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In re Land Conservancy of Elkins Park, Inc.

United States District Court, Third Circuit

February 11, 2013

IN RE LAND CONSERVANCY OF ELKINS PARK, INC.,
v.
THE DOMINICAN CONGREGATION OF SAINT CATHERINE de’ RICCI, et al., Appellees. LAND CONSERVANCY OF ELKINS PARK, INC., Appellant, BANKRUPTCY NO. 10-19522 ADVERSARY NO. 10-499

MEMORANDUM OPINION

CYNTHIA M. RUFE, J.

Debtor-Appellant Land Conservancy of Elkins Park, Inc. appeals from the Bankruptcy Court’s Order dated February 21, 2012. For the following reasons, and having considered fully the briefs and the record on appeal, and determined that oral argument is not necessary in this case, [1] the Court will affirm the order of the Bankruptcy Court.

I. Background

On November 1, 2010, Debtor filed voluntary petition for relief under Chapter 11 of the United States Bankruptcy Code[2] in the Bankruptcy Court for the Eastern District of Pennsylvania.[3] On November 30, 2010, Debtor initiated an adversary proceeding against Defendant/Appellee the Dominican Congregation of Saint Catherine de’ Ricci (“the Congregation”), concerning real property located at 1750 Ashbourne Road in Elkins Park, Pennsylvania (“the Property”), which Debtor purchased from the Congregation.[4] Debtor and the Congregation reached a settlement of the adversary proceeding in April 2011.[5] However, Debtor defaulted under this initial settlement agreement and the Congregation retained ownership of the property.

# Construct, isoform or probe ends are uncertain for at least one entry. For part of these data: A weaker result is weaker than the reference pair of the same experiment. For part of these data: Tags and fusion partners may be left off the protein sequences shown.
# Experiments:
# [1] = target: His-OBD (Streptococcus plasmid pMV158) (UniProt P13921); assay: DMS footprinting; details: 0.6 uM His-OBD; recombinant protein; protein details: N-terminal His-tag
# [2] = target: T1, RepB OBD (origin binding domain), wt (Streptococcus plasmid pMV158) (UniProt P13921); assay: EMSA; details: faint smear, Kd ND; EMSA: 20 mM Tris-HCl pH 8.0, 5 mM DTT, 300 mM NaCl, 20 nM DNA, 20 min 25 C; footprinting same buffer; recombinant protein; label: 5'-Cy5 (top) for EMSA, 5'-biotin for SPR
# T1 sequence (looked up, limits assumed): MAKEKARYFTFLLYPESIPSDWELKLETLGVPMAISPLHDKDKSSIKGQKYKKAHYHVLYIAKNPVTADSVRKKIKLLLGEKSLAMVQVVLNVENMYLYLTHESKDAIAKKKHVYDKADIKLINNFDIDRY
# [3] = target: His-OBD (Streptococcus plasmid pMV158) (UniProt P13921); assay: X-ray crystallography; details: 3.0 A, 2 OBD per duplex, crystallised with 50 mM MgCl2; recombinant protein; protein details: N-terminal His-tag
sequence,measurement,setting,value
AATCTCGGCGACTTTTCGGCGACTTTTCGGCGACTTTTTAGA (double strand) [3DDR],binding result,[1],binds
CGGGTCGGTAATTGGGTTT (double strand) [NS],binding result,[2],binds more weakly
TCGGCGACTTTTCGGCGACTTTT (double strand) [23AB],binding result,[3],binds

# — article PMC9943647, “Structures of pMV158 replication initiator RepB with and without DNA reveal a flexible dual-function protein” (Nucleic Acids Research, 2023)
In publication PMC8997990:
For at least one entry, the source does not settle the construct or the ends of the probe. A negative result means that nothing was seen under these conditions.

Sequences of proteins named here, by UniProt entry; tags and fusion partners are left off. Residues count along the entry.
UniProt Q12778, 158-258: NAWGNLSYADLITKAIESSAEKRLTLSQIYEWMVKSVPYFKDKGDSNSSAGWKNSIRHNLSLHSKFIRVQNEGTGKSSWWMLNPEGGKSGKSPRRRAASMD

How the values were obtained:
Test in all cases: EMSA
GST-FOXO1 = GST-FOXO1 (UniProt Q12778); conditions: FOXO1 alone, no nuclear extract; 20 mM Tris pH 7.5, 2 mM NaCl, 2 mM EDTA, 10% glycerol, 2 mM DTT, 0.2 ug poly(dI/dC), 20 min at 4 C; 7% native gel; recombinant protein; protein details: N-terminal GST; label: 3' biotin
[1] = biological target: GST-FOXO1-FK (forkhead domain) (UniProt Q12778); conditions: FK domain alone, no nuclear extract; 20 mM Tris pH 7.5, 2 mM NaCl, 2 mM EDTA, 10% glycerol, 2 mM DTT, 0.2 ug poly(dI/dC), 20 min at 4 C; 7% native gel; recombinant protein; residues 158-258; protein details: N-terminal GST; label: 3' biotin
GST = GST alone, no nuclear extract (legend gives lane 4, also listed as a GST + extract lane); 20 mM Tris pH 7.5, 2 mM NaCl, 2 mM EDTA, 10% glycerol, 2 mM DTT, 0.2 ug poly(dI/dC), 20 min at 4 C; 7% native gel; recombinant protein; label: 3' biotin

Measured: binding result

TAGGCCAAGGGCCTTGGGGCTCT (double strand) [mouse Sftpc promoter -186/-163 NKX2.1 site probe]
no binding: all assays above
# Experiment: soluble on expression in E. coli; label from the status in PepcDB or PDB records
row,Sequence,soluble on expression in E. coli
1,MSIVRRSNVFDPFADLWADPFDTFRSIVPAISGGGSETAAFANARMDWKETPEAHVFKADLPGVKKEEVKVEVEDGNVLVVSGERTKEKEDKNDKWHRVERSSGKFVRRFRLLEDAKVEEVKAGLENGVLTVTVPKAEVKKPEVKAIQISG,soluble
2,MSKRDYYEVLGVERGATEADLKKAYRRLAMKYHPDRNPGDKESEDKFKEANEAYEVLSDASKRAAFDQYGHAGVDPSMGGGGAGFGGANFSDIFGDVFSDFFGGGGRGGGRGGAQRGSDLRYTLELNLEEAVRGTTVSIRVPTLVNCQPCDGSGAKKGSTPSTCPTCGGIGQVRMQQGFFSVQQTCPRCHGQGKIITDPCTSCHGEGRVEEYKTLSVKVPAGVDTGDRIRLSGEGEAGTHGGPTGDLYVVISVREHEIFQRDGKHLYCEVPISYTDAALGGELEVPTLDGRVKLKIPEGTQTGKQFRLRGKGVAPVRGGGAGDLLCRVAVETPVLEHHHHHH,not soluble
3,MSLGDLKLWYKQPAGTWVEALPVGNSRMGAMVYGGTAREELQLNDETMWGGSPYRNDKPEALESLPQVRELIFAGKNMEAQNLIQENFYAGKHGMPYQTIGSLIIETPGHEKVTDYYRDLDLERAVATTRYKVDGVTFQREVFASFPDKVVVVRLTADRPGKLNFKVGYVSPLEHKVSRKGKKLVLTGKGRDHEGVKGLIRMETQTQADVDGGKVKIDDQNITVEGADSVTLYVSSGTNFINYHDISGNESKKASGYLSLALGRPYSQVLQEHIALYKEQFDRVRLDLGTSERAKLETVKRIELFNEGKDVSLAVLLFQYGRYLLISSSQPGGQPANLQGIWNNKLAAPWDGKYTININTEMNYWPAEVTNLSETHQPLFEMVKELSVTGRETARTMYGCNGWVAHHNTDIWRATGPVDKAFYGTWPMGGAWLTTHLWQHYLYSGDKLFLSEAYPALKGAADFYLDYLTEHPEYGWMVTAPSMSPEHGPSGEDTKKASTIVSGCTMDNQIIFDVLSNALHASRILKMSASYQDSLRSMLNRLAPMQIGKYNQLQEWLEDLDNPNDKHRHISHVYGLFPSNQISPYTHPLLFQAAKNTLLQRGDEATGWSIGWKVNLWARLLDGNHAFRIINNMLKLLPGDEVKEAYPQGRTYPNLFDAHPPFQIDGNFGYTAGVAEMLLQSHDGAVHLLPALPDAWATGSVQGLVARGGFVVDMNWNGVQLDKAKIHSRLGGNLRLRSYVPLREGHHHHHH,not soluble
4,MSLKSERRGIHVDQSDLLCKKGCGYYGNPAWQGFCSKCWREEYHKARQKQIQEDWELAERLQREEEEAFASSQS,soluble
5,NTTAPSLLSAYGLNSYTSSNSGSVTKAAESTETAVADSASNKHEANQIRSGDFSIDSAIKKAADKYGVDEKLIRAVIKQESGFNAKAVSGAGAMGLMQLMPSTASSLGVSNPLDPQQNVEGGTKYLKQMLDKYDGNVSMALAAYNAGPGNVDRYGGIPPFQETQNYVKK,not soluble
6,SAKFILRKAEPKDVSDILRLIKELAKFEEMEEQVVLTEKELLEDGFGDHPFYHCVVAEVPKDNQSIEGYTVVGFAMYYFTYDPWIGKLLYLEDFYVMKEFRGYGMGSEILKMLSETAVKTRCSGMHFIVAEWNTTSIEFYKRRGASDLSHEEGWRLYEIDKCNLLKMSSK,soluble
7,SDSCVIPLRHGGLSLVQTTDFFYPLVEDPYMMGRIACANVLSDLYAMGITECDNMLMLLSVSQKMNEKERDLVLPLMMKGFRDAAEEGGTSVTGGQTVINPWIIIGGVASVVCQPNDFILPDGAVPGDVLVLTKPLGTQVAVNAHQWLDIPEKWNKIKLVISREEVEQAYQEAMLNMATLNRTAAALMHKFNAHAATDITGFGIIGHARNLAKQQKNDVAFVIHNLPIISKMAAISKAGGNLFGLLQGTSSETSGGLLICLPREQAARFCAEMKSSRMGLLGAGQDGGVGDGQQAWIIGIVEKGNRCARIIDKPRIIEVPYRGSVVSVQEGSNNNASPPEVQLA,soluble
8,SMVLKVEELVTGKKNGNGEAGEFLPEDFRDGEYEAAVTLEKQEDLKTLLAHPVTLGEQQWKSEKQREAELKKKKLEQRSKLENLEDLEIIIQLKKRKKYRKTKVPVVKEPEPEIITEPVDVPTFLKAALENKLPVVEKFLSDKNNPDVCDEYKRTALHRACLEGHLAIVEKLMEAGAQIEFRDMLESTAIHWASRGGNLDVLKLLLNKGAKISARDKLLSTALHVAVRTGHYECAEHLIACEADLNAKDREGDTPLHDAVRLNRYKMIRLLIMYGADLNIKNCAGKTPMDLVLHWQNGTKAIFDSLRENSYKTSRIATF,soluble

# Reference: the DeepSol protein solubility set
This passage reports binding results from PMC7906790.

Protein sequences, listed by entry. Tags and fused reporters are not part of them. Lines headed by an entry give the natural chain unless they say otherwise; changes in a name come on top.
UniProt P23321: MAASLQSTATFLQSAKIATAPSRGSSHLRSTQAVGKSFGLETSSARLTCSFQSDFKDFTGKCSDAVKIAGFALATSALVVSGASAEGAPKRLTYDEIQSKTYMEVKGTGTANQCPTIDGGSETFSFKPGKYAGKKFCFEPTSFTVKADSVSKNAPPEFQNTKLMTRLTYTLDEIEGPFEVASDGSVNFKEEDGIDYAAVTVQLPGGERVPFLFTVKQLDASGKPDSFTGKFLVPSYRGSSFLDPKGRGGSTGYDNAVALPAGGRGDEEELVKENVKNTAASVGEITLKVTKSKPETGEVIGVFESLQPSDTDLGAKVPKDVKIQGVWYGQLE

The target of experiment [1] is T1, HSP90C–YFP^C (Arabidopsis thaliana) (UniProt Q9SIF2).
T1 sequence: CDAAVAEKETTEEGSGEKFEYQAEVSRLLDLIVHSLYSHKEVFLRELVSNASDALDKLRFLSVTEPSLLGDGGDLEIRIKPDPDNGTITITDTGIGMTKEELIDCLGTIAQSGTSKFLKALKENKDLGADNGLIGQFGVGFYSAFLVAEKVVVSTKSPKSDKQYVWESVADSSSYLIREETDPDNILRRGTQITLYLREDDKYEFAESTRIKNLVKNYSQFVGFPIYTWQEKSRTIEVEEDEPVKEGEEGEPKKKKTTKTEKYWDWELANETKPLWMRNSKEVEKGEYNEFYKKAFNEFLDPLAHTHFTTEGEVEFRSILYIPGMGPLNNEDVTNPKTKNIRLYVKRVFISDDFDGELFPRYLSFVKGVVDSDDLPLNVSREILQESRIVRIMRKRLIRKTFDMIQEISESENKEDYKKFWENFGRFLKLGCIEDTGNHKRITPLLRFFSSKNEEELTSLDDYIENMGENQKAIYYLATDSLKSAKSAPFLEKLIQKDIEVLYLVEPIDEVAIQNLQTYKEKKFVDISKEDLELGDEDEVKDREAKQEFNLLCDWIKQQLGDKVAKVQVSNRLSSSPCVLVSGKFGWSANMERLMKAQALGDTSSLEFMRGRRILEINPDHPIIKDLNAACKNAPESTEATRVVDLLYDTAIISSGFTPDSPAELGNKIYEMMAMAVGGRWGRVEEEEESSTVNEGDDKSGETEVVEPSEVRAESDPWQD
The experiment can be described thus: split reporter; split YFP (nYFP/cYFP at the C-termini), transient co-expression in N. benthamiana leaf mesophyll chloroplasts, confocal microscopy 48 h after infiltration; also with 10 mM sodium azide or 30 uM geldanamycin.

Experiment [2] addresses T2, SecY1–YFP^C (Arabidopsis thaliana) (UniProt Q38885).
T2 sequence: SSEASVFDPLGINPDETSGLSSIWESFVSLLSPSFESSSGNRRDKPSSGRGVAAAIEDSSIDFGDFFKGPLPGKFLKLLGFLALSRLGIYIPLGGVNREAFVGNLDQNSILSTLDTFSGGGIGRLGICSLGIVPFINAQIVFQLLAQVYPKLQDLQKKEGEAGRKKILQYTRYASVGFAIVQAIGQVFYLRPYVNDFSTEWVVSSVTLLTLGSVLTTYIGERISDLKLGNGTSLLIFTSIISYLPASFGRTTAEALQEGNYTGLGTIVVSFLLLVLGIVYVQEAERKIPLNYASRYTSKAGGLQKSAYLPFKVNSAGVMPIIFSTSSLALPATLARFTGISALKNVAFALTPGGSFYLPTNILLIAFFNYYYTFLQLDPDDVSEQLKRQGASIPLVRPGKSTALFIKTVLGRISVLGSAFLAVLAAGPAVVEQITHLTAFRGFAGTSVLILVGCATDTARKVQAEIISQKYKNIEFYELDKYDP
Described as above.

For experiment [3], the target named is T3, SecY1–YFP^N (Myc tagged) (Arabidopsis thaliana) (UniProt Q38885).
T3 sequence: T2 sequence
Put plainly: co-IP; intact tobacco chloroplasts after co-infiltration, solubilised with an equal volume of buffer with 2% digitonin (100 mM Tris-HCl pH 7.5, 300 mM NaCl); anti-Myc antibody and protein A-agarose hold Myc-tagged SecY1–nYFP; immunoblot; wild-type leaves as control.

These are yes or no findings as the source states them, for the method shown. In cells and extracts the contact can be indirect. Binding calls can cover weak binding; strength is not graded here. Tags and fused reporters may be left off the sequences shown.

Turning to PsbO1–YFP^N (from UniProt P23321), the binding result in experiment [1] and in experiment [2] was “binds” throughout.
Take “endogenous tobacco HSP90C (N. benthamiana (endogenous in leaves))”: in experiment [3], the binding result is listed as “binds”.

Following this default, the parties continued their attempts to resolve the dispute without litigation and on December 9, 2011, Debtor filed a motion on behalf of Debtor and the Congregation, requesting that the Bankruptcy Court approve a second settlement (“Revised Settlement” or “Revised Settlement Agreement”).[6] On December 22, 2011, after a hearing on the motion, the Bankruptcy Court approved the Revised Settlement, which required Debtor to pay the Congregation $300, 000 by December 31, 2011.[7] Debtor failed to make this payment. On January 18, 2012, Debtor filed a motion to vacate the December 22, 2011 Order approving the Revised Settlement and the Congregation filed a motion for relief from the automatic stay to permit it to file an action to eject Debtor from the property.[8] The Bankruptcy Court held a hearing on both motions on February 15, 2012, and on February 21, 2012, the Bankruptcy Court entered an order denying Debtor’s motion to vacate and granting the Congregation’s motion for relief from the stay.[9] Debtor has appealed, seeking review of this February 21, 2012 Order.[10]

II. Jurisdictional Statement

Bankruptcy courts have jurisdiction to hear and determine all core proceedings under Title 11 of the United States Code.[11] An adversary proceeding which concerns, inter alia, administration of the estate, property of the estate, and dischargeability of particular debts is a core proceeding under 28 U.S.C. §§ 157(b)(2)(A), (E), and (I); the Bankruptcy Court had jurisdiction under these sections. This Court has jurisdiction under 28 U.S.C. § 158(a) to consider Debtor’s appeal from the final order of the Bankruptcy Court entered February 21, 2012.[12]